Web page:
As for quality music-wise, I think it's interesting that there are so many "festivals" and multiple headlining tours going around now. It's as if these bands don't have enough by themselves to merit a successful tour alone or can sell CDs honestly. That's because bands used to make it from the ground-up: gig, record album, slowly build-up a following, learning and improving musicianship and writing in the process. Now, it's as if they're just throwing dozens of green not-ready-for-primetime groups at us to try to find one that sticks.

NP: Mahler, 2nd Symphony, SACD
 

Rachael B

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Do the big five think that kids should rob and steal so they can afford to buy music? If it takes a boycott to send a message to the industry I'm game. I've always been anti-bootlegging but if the industry can't reform itself I could change my mind about that. The digital war is heating up....:frowning:
 

Thomas Newton

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I believe the Tower on the corner of Newbury Street and Mass. Ave. moved because the landlord wanted more rent than they were willing to pay. It's hard to believe that the new Virgin Records (which I have not visited) would have a better selection.

There is/was a smaller Tower Records in Cambridge, and there is a reasonably large Tower Records in Burlington.
 

Mike Broadman

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A boycott wouldn't do much good, since it would hurt the artists as well as the record companies.

Thomas, the Tower in Burlington is the one I go to all the time! There's also a Newbury Comics right next to it. Between the two of them, I usually find what I want at a decent price.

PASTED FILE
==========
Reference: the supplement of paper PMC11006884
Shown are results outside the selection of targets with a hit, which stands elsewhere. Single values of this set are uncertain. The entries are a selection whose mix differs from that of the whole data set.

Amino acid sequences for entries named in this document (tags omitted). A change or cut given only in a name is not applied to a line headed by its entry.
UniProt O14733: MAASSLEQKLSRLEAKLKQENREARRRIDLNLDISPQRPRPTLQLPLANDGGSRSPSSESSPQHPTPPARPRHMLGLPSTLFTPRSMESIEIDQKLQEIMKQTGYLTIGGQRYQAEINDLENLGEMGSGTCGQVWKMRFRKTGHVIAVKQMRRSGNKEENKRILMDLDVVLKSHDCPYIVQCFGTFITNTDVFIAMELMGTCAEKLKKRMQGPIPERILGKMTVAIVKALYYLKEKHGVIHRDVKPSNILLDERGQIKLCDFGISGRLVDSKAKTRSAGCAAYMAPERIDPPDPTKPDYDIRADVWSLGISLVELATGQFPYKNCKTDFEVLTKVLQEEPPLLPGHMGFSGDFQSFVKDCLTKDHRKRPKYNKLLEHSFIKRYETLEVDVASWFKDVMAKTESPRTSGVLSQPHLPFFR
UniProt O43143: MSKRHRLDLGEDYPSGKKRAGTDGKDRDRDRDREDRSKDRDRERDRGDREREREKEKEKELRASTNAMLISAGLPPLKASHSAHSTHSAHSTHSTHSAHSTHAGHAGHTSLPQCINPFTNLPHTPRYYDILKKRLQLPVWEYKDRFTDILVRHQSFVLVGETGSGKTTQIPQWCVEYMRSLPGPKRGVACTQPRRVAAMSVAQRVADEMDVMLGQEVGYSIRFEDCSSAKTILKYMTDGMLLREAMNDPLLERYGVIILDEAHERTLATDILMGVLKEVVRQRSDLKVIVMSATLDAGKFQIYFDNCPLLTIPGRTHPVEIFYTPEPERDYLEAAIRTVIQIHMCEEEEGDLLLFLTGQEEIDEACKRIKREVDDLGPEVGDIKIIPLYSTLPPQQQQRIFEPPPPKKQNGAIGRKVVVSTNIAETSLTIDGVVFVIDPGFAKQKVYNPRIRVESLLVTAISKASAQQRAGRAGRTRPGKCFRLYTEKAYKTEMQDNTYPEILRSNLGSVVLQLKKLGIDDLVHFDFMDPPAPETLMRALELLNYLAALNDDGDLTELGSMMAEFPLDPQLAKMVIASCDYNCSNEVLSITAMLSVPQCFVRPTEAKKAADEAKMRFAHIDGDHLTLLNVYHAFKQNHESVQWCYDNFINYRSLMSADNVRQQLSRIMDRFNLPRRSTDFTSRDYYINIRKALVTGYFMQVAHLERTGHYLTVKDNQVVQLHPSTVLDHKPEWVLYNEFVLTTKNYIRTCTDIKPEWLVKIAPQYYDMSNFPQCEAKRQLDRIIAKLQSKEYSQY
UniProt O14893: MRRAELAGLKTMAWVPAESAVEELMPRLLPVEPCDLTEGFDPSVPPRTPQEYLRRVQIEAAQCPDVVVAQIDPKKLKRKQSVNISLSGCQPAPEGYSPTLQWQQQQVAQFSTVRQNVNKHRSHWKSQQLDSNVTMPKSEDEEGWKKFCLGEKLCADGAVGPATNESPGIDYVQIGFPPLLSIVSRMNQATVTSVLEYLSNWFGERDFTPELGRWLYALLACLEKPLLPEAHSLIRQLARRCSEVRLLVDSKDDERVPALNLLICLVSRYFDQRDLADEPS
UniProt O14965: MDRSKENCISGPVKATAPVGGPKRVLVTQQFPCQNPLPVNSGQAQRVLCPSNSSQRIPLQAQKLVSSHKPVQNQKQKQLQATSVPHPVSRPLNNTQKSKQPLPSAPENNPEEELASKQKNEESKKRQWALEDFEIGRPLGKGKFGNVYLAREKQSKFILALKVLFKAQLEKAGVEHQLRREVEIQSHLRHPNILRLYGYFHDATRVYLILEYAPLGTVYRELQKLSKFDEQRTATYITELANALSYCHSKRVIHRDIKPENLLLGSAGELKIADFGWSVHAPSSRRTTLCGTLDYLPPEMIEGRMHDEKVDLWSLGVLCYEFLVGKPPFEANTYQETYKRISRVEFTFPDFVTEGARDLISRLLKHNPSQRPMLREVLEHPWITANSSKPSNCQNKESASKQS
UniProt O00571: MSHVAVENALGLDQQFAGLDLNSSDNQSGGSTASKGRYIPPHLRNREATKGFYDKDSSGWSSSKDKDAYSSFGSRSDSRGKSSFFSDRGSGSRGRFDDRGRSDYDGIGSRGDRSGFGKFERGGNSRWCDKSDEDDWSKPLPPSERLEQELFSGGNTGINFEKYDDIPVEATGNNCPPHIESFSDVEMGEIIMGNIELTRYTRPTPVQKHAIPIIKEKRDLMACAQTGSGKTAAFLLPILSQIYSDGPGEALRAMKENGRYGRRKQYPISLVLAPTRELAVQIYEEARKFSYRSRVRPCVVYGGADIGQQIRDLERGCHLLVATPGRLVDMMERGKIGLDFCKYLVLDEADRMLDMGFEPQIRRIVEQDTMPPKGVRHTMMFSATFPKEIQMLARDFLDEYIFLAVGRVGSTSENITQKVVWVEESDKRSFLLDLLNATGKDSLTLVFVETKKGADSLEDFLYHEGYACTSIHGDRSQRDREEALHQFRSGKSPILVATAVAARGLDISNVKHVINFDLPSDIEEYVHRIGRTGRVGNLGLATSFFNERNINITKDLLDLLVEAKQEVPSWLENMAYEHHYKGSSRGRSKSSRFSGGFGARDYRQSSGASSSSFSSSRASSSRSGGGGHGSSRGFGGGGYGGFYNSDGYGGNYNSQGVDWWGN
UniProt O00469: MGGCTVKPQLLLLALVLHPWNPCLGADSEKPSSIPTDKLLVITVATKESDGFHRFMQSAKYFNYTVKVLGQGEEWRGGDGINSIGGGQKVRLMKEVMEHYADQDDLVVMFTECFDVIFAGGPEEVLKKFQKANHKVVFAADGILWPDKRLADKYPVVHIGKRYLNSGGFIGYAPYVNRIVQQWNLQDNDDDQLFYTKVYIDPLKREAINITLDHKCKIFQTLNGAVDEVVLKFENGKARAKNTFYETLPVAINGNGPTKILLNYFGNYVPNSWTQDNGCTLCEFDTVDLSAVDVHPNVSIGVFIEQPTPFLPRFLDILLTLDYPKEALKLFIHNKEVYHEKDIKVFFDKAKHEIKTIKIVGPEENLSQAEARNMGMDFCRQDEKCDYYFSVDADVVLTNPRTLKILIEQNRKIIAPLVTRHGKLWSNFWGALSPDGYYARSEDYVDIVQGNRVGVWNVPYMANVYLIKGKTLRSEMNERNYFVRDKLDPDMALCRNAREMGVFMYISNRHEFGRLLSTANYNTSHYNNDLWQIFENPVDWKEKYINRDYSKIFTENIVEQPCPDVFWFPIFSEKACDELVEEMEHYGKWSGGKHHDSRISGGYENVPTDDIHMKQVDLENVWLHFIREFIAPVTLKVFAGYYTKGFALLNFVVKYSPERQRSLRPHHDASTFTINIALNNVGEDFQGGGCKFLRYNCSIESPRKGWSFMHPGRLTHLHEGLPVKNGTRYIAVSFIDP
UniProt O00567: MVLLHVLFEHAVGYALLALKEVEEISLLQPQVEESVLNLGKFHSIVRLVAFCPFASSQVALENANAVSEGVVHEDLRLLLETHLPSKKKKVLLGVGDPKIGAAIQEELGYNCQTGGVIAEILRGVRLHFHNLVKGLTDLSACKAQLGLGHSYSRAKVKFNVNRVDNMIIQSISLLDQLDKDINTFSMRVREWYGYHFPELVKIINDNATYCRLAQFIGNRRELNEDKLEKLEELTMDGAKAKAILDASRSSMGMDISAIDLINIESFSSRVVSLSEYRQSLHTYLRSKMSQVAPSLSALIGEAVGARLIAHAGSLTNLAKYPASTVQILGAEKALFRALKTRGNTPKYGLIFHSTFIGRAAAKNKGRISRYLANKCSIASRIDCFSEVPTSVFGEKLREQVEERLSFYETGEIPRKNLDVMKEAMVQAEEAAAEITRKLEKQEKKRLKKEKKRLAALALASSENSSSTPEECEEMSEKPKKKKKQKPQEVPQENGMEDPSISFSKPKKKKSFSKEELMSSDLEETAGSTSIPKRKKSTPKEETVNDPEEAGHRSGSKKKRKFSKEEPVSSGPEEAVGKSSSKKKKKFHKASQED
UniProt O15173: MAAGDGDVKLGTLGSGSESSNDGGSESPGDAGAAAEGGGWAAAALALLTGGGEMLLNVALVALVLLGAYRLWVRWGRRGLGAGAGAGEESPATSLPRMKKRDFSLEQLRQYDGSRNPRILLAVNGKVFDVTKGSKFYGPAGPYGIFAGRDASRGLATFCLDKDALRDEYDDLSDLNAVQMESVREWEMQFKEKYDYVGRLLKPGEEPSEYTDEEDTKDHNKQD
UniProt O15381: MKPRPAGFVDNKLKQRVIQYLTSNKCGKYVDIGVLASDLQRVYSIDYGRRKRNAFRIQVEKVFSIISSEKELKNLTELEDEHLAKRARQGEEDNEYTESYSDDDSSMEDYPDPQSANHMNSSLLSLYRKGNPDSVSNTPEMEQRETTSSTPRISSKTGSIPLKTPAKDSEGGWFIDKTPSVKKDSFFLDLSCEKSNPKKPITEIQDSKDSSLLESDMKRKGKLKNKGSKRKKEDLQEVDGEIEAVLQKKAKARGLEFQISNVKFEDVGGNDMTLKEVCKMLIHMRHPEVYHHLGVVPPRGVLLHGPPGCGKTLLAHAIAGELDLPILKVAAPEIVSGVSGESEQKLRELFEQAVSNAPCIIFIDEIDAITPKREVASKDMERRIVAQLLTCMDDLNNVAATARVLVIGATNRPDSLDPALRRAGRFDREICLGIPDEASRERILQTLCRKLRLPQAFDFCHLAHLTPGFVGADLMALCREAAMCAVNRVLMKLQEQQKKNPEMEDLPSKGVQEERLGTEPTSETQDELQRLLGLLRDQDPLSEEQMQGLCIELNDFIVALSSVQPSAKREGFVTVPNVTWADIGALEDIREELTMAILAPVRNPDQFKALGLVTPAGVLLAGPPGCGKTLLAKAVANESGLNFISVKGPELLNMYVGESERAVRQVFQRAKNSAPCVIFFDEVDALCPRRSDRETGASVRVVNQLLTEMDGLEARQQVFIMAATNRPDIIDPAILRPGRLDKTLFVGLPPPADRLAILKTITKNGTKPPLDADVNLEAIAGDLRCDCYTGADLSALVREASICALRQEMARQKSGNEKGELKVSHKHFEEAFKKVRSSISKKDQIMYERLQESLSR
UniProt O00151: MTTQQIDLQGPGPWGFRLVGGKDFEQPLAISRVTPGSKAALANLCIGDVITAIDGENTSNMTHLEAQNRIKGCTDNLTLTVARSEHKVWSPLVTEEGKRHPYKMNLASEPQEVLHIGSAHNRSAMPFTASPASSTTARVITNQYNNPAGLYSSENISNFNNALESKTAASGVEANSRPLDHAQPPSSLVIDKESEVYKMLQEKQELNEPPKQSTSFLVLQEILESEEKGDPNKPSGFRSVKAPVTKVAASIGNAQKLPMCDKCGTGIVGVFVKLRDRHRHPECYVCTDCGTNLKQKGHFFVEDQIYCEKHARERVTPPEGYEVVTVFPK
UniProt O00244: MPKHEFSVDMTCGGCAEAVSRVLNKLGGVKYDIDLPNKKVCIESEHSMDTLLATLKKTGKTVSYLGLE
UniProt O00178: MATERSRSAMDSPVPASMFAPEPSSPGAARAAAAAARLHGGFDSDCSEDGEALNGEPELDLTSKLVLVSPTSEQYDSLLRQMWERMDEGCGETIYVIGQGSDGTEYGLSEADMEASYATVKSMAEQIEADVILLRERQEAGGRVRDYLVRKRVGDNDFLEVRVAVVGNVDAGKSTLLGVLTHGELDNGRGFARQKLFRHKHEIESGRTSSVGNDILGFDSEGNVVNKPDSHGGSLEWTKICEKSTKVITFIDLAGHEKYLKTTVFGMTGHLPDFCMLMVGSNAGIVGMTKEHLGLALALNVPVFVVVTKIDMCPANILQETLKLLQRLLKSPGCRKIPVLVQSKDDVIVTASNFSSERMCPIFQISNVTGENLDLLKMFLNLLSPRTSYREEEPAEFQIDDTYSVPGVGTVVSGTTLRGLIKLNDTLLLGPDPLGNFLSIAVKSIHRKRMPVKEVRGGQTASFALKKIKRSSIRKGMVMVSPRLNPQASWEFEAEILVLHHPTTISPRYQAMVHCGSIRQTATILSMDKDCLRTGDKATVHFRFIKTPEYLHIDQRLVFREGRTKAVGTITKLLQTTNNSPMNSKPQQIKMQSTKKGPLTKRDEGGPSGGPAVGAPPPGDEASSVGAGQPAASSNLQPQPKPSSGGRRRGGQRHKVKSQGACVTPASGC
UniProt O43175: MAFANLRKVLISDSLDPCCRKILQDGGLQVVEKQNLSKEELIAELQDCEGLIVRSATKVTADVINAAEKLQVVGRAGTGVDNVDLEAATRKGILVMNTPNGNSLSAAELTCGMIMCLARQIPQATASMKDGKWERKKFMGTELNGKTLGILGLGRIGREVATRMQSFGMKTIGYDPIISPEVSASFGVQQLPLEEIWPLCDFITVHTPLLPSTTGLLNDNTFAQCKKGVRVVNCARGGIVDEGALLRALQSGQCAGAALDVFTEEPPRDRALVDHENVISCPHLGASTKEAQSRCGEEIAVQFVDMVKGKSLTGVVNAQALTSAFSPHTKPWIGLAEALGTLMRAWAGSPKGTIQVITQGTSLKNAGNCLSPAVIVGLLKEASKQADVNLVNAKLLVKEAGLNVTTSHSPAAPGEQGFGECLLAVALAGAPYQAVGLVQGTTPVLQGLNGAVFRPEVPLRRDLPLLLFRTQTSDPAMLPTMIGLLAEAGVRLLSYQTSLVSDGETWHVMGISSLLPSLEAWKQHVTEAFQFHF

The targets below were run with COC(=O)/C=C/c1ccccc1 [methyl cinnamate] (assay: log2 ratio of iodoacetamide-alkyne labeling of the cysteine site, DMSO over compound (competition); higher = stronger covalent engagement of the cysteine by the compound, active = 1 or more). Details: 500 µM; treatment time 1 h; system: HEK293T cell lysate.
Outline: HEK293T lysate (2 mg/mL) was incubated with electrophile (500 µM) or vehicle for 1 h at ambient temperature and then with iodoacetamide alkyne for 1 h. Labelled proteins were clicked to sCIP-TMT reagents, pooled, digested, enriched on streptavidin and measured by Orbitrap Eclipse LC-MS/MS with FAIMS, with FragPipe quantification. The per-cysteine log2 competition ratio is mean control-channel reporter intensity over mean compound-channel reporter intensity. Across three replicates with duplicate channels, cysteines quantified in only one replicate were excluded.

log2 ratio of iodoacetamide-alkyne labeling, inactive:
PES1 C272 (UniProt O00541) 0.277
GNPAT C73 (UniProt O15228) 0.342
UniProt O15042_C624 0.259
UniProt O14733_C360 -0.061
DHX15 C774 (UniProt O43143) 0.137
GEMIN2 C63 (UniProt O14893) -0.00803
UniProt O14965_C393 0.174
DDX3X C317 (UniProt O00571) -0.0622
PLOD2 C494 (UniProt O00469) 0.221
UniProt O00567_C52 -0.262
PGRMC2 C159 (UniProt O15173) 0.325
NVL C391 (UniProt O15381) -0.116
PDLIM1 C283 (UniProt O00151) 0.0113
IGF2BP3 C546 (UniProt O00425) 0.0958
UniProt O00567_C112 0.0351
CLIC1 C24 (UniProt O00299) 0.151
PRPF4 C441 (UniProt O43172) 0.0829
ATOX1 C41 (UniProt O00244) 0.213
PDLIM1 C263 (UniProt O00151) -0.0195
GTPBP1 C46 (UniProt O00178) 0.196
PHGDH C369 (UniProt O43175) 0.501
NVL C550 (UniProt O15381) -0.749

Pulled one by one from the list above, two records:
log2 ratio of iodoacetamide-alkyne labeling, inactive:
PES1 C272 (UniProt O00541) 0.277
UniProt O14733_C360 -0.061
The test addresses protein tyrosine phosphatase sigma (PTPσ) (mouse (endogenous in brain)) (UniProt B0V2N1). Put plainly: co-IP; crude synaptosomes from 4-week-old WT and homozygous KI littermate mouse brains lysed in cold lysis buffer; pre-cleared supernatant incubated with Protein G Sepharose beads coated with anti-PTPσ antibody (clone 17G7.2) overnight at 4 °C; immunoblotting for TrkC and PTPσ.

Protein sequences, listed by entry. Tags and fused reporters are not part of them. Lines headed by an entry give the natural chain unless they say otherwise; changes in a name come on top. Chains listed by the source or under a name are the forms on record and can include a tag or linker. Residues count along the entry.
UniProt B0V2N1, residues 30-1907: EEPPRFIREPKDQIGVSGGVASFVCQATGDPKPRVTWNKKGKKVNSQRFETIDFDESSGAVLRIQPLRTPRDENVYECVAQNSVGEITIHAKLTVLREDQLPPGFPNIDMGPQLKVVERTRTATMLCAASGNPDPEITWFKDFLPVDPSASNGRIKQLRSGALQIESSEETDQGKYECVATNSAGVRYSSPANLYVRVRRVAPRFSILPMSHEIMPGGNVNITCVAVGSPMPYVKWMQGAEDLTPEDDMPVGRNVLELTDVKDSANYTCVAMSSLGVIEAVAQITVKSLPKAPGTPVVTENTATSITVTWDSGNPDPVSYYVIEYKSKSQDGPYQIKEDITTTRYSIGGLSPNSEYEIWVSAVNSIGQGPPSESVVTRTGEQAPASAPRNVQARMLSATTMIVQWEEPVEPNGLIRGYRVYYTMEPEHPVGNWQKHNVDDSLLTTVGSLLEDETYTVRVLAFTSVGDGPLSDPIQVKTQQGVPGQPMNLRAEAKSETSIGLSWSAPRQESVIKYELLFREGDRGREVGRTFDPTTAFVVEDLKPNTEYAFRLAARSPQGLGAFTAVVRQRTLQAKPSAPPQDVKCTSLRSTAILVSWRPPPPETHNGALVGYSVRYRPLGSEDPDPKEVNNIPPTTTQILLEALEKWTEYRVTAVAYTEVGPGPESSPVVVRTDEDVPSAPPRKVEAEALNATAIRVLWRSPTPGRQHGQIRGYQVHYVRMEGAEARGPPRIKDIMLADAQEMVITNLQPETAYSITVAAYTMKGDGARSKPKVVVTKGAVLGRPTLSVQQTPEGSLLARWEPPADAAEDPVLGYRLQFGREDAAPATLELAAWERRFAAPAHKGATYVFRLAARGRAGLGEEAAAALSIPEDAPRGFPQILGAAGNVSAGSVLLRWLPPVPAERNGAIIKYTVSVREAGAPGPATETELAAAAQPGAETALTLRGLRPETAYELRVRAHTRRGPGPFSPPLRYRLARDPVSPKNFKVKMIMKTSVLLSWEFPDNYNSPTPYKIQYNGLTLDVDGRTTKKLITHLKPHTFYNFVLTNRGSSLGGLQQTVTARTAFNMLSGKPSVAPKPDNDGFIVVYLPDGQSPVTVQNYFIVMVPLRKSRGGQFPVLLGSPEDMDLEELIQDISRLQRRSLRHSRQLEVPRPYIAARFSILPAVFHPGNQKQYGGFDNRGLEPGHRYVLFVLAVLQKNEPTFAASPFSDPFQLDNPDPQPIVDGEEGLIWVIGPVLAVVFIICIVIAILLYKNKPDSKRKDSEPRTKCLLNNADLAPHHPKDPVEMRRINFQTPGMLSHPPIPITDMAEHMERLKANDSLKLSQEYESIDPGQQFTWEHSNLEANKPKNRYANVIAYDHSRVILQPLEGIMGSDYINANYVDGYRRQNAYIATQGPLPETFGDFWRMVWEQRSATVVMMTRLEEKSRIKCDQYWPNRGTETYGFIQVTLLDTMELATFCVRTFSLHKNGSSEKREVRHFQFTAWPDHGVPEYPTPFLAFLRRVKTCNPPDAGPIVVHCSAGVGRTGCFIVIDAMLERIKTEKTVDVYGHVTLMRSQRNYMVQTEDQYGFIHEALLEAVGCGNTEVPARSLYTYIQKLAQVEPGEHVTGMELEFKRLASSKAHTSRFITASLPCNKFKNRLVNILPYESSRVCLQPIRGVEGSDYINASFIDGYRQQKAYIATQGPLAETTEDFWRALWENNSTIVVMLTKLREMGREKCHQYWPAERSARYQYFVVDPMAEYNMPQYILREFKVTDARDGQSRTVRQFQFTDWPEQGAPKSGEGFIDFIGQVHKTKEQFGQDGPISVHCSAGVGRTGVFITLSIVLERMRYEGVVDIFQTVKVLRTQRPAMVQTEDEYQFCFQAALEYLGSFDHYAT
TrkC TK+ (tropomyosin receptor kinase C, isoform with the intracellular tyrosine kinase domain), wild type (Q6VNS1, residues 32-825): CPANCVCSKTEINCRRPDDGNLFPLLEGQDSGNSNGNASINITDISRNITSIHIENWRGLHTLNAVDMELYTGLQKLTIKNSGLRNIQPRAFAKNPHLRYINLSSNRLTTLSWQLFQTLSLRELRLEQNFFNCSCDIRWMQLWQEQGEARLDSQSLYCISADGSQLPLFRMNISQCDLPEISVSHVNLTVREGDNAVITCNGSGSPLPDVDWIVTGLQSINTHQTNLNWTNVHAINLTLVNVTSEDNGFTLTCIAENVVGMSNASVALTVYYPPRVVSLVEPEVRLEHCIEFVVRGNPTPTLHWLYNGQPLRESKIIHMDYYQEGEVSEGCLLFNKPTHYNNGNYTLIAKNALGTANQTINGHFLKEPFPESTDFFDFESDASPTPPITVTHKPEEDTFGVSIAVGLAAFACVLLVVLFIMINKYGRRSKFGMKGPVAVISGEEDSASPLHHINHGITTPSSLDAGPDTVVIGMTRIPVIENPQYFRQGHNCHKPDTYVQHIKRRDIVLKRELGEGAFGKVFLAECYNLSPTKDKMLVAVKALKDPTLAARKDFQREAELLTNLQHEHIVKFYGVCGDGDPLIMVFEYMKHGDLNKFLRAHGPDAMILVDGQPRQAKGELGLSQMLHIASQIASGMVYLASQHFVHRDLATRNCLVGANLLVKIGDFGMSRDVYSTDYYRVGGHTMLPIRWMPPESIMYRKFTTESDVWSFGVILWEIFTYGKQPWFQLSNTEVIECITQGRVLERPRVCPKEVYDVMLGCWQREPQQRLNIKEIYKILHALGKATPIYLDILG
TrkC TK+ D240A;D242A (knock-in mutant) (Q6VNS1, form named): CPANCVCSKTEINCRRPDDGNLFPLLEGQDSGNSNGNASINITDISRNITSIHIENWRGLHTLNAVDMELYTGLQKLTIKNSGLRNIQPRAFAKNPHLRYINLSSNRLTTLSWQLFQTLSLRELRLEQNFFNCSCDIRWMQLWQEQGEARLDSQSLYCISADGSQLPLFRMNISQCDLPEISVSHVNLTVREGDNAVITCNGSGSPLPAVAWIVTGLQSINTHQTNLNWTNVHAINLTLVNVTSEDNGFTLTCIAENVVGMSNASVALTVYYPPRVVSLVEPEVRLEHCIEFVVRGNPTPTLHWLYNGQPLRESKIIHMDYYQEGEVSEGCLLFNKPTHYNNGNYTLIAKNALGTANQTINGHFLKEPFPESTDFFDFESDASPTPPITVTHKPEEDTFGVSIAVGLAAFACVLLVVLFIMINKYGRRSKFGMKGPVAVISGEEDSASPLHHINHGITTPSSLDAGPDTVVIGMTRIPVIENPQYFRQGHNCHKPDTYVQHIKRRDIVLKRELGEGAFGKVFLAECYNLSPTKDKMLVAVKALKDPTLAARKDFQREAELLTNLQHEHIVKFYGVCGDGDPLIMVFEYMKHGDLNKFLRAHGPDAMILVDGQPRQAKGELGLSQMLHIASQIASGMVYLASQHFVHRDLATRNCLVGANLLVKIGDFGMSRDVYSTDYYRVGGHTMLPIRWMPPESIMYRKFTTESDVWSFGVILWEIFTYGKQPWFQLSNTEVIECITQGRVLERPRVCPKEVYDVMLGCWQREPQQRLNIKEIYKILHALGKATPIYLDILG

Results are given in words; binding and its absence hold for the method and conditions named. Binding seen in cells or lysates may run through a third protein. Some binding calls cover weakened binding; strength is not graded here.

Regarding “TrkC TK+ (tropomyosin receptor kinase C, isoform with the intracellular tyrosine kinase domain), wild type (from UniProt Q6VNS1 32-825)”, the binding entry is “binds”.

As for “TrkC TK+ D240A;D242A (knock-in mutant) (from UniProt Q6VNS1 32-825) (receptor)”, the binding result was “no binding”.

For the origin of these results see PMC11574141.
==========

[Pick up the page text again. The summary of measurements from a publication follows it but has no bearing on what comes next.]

Dan D.

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No to get too far away from the topic of the thread, but you're right about the Tower Records rent thing, Thomas. What I had heard was that Tower had an option to go into a building that was going to replace the Howard Johnson's on Comm. Ave on the B.U. campus. Naturally, they didn't see the need to soak up the extra rent for their original location. Unfortunately, that plan fell through and the HoJo's in now a B.U. dorm. Tower did relocate though, to the old Staples location on Boylston next to WBCN and Fenway Park. I haven't gone over to check it out because frankly, Tower's prices skyrocketed in recent years. I'd rather support Newbury Comics.

Mike, it's worth a stop for the very good import selection, even better than HMV in Cambridge. I can see spending $18-24 for a hard to find import at Virgin. Also, they sank a ton of money into refurbishing the place so it's interesting to see. Less functional and more flashy than Tower was, but interesting.
 

Ricardo C

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good quality CDs (content & sound-wise) are all that's needed to combat piracy.
Reasonable prices I agree with. However, if the content is of SUCH lousy quality, then why are they pirated so much? One would think that only the "worthwhile" songs of any given album would get passes around, as opposed to the full record, since the chief defense I hear from leeches-- er "file swappers" is that "I'm not about to pay $15 for two songs I like and ten songs' worth of filler."

People are cheap, plain and simple.